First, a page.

Vice-Chancellor of the University of the West Indies, Professor Sir Hilary Beckles, has urged the West Indies Cricket Board (WICB) to implement the most crucial reform aspect of the Patterson Report.Telling the WICB president Dave Cameron that reform was the “duty of his generation”, Sir Hilary pointed to Carlos Brathwaite’s heroics of four sixes off the first four balls of the final over in the men’s final which fired West Indies to victory over England and stressed that it was now left to the regional governing body to complete the process.”All that is now required is for the WICB, president and directors, to complete the over,” Sir Hilary said in a letter to media.”There are two balls left to face, one is to accept the governance reform that calls for the Council of Stakeholders as set out in the Patterson Report, and the other is to recognise that by accepting the governance interdependence of cricket and society is not to lose autonomy.”The players have done their job on the field. It is now for the president, whose heart resides in cricket as much as any one of us, to do his and lead his board boldly into the rest of the decade with public support and popular legitimacy.”The Patterson Report, commissioned by the WICB and authored by former Jamaica Prime Minister P.J. Patterson, was produced in 2007, but its main recommendations have been ignored by the WICB.Among these proposals are the implementation of a Council of Stakeholders, comprising 23 members and, according to the Report, “representative of a wide cross section of stakeholders and will determine policies and strategies and provide guidance for the development of West Indies cricket”.This council would appoint the president, vice-president and the executive directors.West Indies cricket is being destroyed by “internal conflict and acrimony.”Without this reform, West Indies runs the risk of being razed to the ground by internal conflict and acrimony,” he pointed out.”The golden monument we have all built as a tribute to our cultural tenacity and collective wisdom must come first. This is your task, Mr President. It’s a duty of your generation.”Noticeably, Sir Hilary made no reference to the most recent Caricom-commissioned Governance Report, which last year called for the “immediate dissolution” of the WICB.Speaking last November after the report was made public, Sir Hilary said he believed institutions like UWI and the WICB needed to be “preserved for posterity”, but also adapt to changing times.- CMC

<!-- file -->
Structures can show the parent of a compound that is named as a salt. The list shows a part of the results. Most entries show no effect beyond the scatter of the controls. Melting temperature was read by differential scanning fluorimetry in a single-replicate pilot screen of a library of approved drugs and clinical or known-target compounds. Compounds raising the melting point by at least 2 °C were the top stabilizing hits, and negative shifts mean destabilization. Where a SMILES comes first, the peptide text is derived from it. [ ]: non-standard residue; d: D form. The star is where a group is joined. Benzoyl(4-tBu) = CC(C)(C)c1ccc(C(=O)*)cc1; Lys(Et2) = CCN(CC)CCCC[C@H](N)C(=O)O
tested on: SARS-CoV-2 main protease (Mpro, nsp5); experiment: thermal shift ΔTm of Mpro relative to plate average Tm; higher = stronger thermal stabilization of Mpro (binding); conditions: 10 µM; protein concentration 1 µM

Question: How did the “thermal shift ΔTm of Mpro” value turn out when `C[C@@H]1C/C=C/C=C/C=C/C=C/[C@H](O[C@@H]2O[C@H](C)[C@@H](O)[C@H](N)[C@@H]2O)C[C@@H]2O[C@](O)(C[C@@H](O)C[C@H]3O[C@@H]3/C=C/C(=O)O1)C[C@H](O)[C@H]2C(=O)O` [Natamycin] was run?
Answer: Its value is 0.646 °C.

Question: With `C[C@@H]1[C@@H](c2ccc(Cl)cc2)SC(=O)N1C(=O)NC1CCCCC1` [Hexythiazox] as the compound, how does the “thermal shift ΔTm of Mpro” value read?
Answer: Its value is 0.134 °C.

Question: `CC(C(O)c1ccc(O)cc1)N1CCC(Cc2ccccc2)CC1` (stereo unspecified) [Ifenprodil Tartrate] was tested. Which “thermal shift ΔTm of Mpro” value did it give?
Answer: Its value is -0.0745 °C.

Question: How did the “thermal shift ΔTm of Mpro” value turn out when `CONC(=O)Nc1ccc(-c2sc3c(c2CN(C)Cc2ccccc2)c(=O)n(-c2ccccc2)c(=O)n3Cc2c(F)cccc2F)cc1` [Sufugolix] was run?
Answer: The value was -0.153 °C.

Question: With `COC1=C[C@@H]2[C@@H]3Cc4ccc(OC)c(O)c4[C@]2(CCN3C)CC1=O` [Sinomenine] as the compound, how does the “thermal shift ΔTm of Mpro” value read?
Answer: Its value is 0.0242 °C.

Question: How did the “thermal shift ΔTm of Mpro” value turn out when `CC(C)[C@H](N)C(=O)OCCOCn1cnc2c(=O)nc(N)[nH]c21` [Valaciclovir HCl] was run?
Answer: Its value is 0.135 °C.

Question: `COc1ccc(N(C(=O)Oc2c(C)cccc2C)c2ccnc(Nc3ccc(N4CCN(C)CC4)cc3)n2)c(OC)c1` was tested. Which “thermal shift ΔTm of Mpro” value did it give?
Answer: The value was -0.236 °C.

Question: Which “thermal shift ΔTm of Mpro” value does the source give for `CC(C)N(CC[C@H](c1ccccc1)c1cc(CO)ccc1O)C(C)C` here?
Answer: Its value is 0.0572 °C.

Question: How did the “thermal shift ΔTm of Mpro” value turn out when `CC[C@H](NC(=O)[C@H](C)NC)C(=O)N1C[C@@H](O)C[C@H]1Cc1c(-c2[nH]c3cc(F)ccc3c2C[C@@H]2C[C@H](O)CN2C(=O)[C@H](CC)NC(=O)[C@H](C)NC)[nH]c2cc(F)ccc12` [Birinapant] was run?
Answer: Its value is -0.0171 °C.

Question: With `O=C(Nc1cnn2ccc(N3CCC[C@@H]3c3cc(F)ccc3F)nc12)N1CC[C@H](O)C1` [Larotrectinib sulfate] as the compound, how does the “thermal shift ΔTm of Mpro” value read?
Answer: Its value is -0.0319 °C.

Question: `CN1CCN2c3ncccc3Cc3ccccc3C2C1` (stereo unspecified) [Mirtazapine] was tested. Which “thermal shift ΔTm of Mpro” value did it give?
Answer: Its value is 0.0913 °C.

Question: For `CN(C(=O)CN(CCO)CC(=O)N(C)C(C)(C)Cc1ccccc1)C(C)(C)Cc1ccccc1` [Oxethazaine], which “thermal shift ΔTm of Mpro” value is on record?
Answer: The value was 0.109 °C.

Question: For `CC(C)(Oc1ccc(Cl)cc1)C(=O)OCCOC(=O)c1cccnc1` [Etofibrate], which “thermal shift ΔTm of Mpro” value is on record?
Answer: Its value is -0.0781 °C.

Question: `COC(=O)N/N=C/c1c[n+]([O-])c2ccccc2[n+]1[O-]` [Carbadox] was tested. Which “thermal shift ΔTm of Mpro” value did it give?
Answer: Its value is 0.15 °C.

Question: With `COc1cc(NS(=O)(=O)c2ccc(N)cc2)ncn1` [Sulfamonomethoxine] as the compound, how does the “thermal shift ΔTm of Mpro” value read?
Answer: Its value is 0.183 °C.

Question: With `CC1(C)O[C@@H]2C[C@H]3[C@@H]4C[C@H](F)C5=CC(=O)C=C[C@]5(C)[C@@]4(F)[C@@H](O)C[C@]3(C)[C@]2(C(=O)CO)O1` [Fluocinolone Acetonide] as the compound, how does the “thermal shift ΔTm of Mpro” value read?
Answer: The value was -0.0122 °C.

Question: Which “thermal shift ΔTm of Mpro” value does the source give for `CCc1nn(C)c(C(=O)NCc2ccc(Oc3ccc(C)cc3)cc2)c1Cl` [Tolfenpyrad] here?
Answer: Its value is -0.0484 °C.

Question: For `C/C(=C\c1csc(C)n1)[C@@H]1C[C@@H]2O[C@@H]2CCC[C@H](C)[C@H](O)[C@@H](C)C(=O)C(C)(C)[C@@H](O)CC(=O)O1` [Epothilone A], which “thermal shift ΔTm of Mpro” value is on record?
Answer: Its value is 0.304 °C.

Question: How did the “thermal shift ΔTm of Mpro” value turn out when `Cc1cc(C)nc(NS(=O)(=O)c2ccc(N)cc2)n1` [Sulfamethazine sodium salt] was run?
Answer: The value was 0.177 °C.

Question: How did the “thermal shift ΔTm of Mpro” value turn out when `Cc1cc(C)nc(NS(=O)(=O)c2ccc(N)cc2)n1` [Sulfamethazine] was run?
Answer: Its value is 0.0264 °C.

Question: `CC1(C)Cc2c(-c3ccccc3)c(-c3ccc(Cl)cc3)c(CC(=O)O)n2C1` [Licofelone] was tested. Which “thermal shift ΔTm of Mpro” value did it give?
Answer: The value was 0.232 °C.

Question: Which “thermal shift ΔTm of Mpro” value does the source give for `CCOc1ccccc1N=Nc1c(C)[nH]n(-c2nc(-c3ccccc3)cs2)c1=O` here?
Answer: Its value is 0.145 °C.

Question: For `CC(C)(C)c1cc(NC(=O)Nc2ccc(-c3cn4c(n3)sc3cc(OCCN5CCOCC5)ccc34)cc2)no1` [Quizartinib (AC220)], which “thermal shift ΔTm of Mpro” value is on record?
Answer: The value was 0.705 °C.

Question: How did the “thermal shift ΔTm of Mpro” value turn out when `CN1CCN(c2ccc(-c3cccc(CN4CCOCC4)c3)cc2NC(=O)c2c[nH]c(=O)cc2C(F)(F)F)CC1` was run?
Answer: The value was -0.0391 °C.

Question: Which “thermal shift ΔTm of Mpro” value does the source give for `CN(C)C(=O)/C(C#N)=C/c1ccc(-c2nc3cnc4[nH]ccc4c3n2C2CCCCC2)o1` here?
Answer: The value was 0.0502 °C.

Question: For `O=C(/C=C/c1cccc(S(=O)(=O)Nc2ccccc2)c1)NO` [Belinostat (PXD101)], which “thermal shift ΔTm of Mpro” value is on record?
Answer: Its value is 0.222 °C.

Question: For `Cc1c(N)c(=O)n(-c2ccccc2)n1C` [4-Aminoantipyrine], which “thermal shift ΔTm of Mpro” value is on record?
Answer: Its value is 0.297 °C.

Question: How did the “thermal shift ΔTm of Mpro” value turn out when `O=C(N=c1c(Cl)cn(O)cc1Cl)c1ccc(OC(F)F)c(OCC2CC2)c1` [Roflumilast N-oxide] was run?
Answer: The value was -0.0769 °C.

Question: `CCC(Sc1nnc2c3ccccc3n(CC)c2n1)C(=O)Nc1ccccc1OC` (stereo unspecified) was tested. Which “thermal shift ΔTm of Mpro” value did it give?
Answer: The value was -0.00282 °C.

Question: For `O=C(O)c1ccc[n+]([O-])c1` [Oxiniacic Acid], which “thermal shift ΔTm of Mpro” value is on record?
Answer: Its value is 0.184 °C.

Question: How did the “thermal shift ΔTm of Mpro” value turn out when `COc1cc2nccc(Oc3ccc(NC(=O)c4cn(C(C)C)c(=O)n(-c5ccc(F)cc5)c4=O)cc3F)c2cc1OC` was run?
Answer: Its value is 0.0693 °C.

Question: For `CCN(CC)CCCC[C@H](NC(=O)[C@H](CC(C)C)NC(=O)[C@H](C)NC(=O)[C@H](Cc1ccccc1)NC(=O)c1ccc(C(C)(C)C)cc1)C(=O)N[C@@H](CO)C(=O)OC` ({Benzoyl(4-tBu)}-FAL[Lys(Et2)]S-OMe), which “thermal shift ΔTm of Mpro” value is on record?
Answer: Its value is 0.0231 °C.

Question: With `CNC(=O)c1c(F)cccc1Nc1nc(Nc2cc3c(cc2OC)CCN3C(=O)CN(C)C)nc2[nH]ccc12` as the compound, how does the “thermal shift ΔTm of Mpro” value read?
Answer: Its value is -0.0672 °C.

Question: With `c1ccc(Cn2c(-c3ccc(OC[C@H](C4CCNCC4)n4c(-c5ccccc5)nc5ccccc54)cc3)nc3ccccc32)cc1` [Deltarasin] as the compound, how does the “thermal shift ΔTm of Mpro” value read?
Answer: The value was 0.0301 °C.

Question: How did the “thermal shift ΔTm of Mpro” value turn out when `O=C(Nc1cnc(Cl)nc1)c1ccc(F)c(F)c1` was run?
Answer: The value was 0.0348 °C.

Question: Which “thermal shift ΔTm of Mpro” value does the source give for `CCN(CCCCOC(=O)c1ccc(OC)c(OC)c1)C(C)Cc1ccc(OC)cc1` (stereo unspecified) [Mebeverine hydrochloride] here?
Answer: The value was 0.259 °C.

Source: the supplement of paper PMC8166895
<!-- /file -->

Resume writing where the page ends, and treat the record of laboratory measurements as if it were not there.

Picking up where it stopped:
MAE SAI, Thailand — “Everyone is safe.” With those three words posted on Facebook the daring rescue mission to extricate 12 boys and their soccer coach from the treacherous confines of a flooded cave in Thailand came to a close on Tuesday — a grueling 18-day ordeal that claimed the life of an experienced diver and riveted people worldwide.Thailand’s Navy SEALs, who were central to the rescue effort, celebrated the feat with a post that read: “All the thirteen Wild Boars are now out of the cave,” — a reference to the boys’ soccer team. “We are not sure if this is a miracle, a science, or what.”Eight of the boys were rescued by a team of Thai and international divers on Sunday and Monday. On Tuesday, the final four boys were brought out, along with their coach. Their rescue was followed a few hours later by the safe return of a medic and three SEAL divers who had stayed for days with the boys in their cramped refuge in the cave.Cheers erupted from the dozens of volunteers and journalists awaiting news of whether the intricate and high-risk rescue mission had succeeded. Helicopters transporting the boys roared overhead. People on the street cheered and clapped when ambulances ferrying them on the last leg of their journey from the cave arrived at a hospital in Chiang Rai city.Their joy and relief was echoed around the globe by the multitude of people who had watched the long ordeal in widely broadcast newscasts.